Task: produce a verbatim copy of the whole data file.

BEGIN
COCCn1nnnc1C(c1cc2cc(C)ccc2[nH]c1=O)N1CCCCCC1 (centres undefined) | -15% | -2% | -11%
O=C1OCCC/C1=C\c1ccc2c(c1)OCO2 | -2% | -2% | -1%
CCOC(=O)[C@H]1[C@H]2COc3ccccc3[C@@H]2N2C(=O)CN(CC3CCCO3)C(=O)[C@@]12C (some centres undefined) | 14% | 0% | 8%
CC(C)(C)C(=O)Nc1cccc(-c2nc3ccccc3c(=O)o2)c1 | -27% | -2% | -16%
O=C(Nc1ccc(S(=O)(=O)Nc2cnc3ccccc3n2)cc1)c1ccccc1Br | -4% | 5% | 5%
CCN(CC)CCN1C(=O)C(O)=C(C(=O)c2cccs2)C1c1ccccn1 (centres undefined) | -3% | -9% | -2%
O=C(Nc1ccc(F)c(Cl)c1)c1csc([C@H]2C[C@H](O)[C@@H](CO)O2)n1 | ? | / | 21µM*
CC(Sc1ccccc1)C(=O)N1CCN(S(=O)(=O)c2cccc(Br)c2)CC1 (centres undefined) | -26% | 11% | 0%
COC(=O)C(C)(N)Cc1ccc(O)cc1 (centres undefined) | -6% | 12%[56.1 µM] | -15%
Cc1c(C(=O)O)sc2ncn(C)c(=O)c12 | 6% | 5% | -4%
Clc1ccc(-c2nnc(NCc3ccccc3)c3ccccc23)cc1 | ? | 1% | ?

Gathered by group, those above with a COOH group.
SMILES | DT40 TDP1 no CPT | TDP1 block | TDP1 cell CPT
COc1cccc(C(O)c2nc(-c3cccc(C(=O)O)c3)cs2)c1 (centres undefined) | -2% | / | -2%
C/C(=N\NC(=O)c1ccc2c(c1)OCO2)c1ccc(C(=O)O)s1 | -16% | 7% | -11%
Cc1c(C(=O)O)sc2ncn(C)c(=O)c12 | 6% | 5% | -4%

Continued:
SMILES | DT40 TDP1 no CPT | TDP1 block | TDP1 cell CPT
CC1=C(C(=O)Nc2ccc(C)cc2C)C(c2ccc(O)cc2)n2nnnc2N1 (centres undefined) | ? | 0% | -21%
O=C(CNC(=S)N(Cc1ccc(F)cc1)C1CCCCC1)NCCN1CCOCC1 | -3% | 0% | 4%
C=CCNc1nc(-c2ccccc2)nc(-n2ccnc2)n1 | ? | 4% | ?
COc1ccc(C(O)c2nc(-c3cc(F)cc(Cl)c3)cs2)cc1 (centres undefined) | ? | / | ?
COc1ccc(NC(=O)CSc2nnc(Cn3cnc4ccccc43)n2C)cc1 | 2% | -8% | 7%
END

COCCn1nnnc1C(c1cc2cc(C)ccc2[nH]c1=O)N1CCCCCC1 (centres undefined) | -15% | -2% | -11%
O=C1OCCC/C1=C\c1ccc2c(c1)OCO2 | -2% | -2% | -1%
CCOC(=O)[C@H]1[C@H]2COc3ccccc3[C@@H]2N2C(=O)CN(CC3CCCO3)C(=O)[C@@]12C (some centres undefined) | 14% | 0% | 8%
CC(C)(C)C(=O)Nc1cccc(-c2nc3ccccc3c(=O)o2)c1 | -27% | -2% | -16%
O=C(Nc1ccc(S(=O)(=O)Nc2cnc3ccccc3n2)cc1)c1ccccc1Br | -4% | 5% | 5%
CCN(CC)CCN1C(=O)C(O)=C(C(=O)c2cccs2)C1c1ccccn1 (centres undefined) | -3% | -9% | -2%
O=C(Nc1ccc(F)c(Cl)c1)c1csc([C@H]2C[C@H](O)[C@@H](CO)O2)n1 | ? | / | 21µM*
CC(Sc1ccccc1)C(=O)N1CCN(S(=O)(=O)c2cccc(Br)c2)CC1 (centres undefined) | -26% | 11% | 0%
COC(=O)C(C)(N)Cc1ccc(O)cc1 (centres undefined) | -6% | 12%[56.1 µM] | -15%
Cc1c(C(=O)O)sc2ncn(C)c(=O)c12 | 6% | 5% | -4%
Clc1ccc(-c2nnc(NCc3ccccc3)c3ccccc23)cc1 | ? | 1% | ?

Gathered by group, those above with a COOH group.
SMILES | DT40 TDP1 no CPT | TDP1 block | TDP1 cell CPT
COc1cccc(C(O)c2nc(-c3cccc(C(=O)O)c3)cs2)c1 (centres undefined) | -2% | / | -2%
C/C(=N\NC(=O)c1ccc2c(c1)OCO2)c1ccc(C(=O)O)s1 | -16% | 7% | -11%
Cc1c(C(=O)O)sc2ncn(C)c(=O)c12 | 6% | 5% | -4%

Continued:
SMILES | DT40 TDP1 no CPT | TDP1 block | TDP1 cell CPT
CC1=C(C(=O)Nc2ccc(C)cc2C)C(c2ccc(O)cc2)n2nnnc2N1 (centres undefined) | ? | 0% | -21%
O=C(CNC(=S)N(Cc1ccc(F)cc1)C1CCCCC1)NCCN1CCOCC1 | -3% | 0% | 4%
C=CCNc1nc(-c2ccccc2)nc(-n2ccnc2)n1 | ? | 4% | ?
COc1ccc(C(O)c2nc(-c3cc(F)cc(Cl)c3)cs2)cc1 (centres undefined) | ? | / | ?
COc1ccc(NC(=O)CSc2nnc(Cn3cnc4ccccc43)n2C)cc1 | 2% | -8% | 7%